According to a study by Brenner and Clarke (2004), the efficacy of the traditional approach to enforcing criminal law in response to cybercrime is an important factor that has resulted from the increasing proliferation of computer and internet technology as well as the migration of human activities such as illegal activities from the traditional way into cyberspace. Therefore, it is evident that the traditional methods of response to crime cannot apply in cybercrime for various reasons, but largely because the use of computer in criminal activities is a relatively new but highly sophisticated field (Burns, Whitworth & Thompson, 2004). With this in mind, several researchers in cybercrime have argued that new models of responding to cybercrime must be community-based, where the investigations and law enforcement must include an effective and close collaboration between the private and public sectors. In addition, an effective model of law enforcement must aim at preventing rather than merely reacting to incidences of cybercrime. The model by Brenner and Clarke (2005) fits this definition of an ideal model by a large extent because it takes into consideration the inclusion of private-public cooperation in crime determent. In addition, the model encompasses almost all sectors of the economy, including business, social and government institutions.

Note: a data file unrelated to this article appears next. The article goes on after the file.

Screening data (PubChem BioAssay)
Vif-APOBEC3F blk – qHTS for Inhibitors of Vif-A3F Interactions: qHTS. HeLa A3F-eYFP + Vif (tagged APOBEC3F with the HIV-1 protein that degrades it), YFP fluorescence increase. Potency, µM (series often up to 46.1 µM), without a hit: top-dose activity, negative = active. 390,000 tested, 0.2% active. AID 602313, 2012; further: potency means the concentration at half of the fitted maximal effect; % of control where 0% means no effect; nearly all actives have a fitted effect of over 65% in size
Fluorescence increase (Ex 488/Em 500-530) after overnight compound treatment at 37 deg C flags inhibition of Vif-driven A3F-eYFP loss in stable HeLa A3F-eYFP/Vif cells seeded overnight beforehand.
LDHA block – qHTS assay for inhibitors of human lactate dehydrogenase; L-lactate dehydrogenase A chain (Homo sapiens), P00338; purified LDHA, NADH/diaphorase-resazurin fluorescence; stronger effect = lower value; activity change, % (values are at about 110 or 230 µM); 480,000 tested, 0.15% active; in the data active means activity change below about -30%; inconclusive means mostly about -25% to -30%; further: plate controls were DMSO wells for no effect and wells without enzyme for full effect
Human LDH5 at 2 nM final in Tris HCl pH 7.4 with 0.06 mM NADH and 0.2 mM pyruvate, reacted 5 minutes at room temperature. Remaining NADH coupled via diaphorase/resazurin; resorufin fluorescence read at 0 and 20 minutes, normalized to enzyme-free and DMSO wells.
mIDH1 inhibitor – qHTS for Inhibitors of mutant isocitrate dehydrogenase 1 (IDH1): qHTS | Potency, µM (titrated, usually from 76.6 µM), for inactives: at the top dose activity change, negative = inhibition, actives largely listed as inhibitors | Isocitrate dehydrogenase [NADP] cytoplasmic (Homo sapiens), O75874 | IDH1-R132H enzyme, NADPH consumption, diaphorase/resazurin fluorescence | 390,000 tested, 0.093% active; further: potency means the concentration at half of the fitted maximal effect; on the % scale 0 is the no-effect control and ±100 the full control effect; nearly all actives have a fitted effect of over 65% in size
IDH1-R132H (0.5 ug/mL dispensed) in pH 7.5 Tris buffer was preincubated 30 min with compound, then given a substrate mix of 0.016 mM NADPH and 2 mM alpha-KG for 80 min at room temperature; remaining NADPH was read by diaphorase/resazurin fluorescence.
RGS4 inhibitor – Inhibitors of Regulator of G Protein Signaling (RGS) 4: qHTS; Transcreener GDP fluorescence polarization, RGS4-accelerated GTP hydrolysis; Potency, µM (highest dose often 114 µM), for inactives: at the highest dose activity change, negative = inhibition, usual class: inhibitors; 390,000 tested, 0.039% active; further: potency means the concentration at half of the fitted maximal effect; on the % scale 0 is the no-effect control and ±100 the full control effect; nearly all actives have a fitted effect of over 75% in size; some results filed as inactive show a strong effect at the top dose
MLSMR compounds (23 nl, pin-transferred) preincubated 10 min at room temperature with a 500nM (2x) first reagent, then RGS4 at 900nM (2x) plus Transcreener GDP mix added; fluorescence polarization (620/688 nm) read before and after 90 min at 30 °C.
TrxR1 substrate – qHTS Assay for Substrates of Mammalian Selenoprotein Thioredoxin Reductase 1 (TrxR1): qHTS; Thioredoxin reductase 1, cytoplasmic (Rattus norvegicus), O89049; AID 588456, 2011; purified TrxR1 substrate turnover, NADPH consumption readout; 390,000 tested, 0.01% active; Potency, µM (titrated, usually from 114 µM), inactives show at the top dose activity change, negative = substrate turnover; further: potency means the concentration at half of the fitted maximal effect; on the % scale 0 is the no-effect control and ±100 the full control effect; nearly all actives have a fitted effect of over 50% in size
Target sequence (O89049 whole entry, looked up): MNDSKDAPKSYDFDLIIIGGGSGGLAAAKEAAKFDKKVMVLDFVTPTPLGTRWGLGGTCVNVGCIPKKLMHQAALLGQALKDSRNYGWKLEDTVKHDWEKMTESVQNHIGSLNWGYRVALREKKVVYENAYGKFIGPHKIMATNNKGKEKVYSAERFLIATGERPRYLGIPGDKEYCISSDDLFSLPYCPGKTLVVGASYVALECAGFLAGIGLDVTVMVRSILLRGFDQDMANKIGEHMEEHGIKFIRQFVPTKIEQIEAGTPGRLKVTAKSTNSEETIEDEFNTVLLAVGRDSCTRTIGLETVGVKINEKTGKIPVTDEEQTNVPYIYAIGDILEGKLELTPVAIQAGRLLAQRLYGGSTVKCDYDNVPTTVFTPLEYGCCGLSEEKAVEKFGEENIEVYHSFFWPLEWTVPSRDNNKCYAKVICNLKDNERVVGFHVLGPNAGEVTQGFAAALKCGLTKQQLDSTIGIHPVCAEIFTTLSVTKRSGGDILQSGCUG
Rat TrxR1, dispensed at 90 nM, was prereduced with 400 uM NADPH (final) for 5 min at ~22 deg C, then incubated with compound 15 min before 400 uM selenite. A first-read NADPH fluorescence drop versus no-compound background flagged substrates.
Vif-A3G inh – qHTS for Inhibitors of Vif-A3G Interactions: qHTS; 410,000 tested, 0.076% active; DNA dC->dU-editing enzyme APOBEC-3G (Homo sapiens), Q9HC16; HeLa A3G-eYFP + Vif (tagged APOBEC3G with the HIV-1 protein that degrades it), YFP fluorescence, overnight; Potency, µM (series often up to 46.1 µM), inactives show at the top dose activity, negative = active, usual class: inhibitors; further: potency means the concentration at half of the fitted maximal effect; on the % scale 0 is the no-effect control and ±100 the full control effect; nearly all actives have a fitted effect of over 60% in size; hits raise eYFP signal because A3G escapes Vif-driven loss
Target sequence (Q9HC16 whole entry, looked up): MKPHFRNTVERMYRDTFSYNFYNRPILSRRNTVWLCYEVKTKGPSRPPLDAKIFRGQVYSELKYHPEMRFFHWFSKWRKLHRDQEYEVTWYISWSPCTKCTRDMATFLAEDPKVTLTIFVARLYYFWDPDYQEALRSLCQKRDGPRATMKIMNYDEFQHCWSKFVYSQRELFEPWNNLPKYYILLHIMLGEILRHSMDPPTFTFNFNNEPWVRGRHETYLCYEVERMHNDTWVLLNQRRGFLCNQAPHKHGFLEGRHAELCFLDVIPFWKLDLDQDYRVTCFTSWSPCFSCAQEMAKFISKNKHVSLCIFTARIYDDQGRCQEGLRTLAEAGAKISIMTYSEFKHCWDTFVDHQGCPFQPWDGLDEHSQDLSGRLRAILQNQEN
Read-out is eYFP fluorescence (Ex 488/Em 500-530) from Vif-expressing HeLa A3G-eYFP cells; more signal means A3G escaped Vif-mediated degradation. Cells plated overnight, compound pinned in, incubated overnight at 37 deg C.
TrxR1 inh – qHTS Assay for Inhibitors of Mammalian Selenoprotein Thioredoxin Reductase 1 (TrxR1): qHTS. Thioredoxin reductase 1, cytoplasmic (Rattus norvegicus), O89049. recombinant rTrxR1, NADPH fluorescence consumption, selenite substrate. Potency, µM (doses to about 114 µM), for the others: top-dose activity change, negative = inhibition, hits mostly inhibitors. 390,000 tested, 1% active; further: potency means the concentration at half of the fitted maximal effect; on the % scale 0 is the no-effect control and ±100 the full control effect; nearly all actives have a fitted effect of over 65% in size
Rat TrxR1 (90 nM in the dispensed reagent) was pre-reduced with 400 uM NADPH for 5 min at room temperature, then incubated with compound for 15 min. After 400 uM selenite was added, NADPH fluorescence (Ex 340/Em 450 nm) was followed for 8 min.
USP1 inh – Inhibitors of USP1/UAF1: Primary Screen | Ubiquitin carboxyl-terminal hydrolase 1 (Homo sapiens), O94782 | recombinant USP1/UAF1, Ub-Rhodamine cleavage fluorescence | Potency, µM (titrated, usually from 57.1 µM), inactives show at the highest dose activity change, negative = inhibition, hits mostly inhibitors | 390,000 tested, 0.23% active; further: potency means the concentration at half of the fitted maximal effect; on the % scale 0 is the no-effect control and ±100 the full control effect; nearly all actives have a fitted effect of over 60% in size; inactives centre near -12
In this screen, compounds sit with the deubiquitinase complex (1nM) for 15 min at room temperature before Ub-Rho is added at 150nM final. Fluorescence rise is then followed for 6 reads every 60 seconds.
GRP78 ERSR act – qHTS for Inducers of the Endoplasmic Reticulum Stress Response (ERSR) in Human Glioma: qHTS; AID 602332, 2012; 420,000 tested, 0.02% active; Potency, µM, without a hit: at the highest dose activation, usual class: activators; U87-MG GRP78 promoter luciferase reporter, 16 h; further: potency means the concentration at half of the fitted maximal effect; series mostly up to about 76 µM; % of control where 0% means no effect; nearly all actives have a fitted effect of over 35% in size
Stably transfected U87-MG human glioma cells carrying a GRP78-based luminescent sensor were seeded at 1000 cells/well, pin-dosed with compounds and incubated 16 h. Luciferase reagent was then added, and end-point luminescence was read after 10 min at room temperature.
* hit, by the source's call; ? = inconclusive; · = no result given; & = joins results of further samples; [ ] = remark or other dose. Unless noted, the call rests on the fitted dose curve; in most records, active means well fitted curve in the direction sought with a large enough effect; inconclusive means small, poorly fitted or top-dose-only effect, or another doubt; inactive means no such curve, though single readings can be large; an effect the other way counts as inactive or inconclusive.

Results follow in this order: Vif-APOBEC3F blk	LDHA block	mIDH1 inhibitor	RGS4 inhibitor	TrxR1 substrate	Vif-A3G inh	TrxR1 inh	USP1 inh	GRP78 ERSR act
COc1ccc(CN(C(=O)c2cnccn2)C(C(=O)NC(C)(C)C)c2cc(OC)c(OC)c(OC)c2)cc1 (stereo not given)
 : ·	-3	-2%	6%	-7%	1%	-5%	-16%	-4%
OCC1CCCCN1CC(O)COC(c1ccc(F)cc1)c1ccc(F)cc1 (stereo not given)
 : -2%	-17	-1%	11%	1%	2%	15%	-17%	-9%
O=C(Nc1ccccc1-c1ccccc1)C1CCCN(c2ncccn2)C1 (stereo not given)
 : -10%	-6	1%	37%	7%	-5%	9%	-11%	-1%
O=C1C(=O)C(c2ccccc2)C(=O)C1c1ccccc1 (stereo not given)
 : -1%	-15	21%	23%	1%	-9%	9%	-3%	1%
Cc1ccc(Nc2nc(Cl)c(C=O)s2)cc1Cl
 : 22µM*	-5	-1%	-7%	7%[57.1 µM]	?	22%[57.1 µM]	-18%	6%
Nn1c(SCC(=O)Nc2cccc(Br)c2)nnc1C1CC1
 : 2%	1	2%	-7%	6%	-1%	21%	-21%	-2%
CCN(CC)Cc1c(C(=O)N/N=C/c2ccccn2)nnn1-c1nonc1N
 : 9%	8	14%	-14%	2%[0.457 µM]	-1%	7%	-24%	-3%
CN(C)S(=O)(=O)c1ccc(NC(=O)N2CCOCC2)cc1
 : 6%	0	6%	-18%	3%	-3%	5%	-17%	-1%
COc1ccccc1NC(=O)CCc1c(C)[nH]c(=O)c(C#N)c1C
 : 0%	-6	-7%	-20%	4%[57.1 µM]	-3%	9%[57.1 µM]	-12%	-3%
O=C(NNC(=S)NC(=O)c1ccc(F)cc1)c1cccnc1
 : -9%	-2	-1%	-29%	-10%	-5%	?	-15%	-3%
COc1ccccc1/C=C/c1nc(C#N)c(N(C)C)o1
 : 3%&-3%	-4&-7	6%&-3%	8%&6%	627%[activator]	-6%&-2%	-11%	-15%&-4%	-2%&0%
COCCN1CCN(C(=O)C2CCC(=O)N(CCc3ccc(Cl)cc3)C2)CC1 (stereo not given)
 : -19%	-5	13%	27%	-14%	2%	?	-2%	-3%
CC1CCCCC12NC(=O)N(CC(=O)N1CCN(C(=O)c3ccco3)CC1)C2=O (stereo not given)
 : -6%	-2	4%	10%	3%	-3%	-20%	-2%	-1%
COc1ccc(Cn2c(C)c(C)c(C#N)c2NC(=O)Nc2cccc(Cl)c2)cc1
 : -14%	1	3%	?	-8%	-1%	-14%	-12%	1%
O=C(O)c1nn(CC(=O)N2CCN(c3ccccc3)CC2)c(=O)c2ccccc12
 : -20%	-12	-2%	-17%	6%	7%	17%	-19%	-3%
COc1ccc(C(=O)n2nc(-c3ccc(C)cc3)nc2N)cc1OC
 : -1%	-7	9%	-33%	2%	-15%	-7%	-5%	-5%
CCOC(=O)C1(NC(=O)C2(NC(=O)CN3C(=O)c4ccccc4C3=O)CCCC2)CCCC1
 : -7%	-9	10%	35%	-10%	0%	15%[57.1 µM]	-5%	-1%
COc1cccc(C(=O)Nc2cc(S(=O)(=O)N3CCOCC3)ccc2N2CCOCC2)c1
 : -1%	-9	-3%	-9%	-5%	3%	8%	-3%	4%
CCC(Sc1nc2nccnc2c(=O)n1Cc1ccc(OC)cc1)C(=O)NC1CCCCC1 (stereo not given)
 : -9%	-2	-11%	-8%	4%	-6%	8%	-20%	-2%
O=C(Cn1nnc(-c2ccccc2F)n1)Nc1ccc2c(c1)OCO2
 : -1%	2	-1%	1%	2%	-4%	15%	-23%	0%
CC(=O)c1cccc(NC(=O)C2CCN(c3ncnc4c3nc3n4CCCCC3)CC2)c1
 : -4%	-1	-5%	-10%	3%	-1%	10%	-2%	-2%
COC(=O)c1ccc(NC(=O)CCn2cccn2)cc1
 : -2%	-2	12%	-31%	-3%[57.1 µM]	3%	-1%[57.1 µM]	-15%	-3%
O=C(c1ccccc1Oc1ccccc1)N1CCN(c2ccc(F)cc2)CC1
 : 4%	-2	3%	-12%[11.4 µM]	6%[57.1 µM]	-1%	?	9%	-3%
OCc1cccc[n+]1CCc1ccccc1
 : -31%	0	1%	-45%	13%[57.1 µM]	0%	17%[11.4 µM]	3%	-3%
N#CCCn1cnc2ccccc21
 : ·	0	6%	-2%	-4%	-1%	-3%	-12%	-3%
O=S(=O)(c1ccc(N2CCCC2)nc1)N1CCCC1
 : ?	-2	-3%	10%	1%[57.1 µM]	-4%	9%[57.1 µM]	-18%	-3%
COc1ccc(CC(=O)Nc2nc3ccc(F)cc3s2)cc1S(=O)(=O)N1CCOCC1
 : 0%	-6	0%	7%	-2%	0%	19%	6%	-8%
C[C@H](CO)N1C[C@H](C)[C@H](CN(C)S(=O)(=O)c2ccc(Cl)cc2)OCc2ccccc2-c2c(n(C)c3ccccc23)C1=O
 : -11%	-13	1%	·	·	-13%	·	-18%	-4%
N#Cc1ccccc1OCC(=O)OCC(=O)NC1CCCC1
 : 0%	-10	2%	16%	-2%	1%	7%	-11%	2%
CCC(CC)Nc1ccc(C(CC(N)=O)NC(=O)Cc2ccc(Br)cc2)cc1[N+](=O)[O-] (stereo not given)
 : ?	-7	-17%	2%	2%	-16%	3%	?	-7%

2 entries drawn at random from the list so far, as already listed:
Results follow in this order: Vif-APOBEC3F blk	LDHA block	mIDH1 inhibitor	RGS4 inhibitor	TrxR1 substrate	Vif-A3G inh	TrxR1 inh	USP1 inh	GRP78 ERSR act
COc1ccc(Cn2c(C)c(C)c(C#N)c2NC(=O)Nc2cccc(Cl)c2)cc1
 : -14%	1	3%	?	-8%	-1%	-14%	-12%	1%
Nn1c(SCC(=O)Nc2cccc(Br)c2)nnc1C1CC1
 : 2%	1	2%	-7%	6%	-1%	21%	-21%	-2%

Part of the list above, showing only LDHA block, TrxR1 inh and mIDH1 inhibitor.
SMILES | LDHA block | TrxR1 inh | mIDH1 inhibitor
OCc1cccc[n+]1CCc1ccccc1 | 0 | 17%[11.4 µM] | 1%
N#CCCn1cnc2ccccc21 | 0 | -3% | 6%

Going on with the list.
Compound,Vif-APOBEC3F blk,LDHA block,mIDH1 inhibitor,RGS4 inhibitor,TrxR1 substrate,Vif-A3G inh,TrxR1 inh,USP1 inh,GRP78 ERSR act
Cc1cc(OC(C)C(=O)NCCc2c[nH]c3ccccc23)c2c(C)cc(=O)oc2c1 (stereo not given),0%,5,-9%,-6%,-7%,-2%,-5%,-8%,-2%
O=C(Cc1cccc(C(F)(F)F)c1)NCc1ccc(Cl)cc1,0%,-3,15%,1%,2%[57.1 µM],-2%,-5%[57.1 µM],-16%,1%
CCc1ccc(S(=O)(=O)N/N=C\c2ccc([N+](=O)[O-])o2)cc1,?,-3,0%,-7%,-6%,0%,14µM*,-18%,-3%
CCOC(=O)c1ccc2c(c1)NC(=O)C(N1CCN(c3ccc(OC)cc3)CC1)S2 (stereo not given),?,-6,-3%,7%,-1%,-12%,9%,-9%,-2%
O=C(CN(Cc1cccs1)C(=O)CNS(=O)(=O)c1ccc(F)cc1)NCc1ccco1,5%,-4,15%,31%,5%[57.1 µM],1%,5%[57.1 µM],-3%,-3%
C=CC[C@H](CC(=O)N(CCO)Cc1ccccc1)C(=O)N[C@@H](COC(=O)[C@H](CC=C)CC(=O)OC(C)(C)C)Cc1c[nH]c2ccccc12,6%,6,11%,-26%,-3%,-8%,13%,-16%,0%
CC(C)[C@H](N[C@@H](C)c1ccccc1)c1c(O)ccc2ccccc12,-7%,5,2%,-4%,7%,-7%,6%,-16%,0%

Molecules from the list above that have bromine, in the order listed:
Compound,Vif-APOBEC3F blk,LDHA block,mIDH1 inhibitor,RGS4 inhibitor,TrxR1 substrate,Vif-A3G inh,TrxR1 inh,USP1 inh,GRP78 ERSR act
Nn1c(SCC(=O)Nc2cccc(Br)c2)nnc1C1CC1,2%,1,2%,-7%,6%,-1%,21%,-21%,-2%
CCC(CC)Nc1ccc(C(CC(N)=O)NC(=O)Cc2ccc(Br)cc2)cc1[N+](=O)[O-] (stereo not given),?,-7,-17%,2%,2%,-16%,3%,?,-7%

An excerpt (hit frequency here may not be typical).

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According to Broadhurst (2006), cyber-crime, though a relatively new form of crime in the modern world, has its roots in traditional forms of crime. For instance, it involves advancements in methods of crime such as theft of identities, child pornography and fraud. However, this form of crime is dangerous as it has the potential to affect a large number of victims and within a short time. In addition, it involves advancements in the methods of common crime such as damages to private and public property, which in this case involves the use of internet connection to reach out to a large number of computer and information systems and affect them within a short time. To combat this form of crime, Broadhurst has argued that there is need for a review of the processes in which conventional crime prevention techniques and methods are developed. For instance, the researcher argues that there is need for review of cybercrimes through an evaluation of the forms of mutual legal assistance (MLA) that have already been put in place. In fact, Broadhurst suggest this as one model that can effectively help law enforcers respond to cybercrime of any type and severity. The model largely targets the opportunities that cyberspace creates and makes available for cybercriminals to executive their evil on the internet. Broadhurst further argues that this model is applicable in large-scale prevention of cybercrime, including a potential for recommendation by the international community under the UN transnational crime prevention and the Council of European innovative prevention of cybercrime. Moreover, the Interpol, regional law enforcement as well as other bi-laterals and institutions have suggested the model for use as they seek to cooperate with the public and private partners to combat this form of crime.